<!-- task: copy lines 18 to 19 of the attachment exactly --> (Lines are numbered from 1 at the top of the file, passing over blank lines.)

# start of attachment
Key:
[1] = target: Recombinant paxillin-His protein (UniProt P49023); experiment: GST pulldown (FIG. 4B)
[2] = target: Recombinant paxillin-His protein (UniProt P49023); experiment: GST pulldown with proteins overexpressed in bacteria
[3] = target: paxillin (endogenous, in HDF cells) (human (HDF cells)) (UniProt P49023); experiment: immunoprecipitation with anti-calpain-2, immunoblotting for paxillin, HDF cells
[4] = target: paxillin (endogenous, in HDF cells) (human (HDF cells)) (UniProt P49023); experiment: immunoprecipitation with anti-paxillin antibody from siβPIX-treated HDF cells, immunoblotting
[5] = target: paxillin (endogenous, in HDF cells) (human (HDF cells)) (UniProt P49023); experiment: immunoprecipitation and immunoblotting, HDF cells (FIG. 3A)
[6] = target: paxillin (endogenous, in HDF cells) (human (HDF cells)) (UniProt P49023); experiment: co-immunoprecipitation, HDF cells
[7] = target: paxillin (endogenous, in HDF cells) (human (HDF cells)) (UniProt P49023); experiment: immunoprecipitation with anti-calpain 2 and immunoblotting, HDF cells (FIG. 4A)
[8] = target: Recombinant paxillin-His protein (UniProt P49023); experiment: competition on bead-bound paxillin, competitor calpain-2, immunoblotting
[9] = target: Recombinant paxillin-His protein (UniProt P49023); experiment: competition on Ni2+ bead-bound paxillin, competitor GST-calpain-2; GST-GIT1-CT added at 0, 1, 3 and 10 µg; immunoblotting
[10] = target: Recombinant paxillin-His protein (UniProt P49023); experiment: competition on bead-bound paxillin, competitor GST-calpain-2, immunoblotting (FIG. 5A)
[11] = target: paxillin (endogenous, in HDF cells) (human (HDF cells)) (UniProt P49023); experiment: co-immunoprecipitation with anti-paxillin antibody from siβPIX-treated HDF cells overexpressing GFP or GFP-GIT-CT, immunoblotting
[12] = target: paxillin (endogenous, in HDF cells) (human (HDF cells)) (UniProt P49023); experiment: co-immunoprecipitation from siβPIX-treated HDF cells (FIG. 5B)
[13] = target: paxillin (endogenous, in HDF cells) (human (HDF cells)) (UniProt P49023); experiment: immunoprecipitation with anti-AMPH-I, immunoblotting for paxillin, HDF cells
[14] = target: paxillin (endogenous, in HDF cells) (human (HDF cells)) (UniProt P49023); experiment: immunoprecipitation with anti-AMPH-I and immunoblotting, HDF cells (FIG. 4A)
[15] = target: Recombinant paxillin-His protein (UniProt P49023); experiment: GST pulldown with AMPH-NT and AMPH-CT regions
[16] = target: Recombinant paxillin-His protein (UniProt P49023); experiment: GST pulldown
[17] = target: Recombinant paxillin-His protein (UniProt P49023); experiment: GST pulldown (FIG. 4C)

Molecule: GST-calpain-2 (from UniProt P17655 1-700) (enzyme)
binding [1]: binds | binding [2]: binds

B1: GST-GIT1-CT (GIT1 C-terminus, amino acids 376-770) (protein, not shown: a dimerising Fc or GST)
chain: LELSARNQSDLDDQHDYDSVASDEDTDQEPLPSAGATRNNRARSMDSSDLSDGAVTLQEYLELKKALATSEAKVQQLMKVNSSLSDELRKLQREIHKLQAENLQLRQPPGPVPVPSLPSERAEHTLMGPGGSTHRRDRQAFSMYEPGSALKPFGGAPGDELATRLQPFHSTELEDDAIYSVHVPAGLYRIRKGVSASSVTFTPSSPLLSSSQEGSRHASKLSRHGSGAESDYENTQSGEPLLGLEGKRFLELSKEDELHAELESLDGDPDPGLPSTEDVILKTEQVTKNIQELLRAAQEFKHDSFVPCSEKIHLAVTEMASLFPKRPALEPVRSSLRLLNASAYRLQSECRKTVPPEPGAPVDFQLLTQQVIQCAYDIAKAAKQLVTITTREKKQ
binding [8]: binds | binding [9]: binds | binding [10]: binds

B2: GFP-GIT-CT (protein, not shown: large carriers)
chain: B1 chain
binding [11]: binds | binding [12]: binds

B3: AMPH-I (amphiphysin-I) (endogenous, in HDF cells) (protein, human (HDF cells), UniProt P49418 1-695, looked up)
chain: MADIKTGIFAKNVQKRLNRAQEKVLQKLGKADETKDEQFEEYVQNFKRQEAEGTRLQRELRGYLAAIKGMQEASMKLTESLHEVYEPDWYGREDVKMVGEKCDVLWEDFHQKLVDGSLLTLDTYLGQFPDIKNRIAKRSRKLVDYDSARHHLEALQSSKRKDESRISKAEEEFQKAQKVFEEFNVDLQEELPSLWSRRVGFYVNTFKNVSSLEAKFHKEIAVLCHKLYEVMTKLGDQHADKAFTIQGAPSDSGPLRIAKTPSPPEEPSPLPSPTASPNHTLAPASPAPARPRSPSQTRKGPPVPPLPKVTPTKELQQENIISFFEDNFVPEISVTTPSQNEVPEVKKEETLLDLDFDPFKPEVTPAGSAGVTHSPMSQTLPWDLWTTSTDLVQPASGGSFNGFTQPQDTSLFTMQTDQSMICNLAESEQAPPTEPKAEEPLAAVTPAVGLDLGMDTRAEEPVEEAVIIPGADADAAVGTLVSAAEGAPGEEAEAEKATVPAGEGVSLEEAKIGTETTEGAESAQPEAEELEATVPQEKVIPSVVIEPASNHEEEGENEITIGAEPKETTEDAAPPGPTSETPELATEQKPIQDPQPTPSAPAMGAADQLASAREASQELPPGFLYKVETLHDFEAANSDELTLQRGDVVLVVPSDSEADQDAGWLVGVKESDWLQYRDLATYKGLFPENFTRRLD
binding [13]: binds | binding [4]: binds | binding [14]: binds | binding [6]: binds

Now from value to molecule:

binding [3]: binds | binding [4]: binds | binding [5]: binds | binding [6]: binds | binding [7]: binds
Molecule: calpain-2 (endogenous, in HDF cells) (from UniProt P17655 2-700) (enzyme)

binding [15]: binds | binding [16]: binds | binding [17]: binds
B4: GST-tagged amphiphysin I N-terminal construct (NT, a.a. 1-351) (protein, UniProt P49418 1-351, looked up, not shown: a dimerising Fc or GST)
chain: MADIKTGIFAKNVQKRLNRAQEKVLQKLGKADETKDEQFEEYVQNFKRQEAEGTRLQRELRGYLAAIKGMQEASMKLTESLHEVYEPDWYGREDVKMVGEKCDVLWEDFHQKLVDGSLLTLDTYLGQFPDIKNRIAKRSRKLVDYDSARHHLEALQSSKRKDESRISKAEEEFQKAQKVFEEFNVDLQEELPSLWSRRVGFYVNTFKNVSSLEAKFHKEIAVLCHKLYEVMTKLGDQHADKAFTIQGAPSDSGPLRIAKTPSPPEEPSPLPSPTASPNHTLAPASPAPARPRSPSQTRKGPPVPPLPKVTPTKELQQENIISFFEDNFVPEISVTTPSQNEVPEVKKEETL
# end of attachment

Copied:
[17] = target: Recombinant paxillin-His protein (UniProt P49023); experiment: GST pulldown (FIG. 4C)

Molecule: GST-calpain-2 (from UniProt P17655 1-700) (enzyme)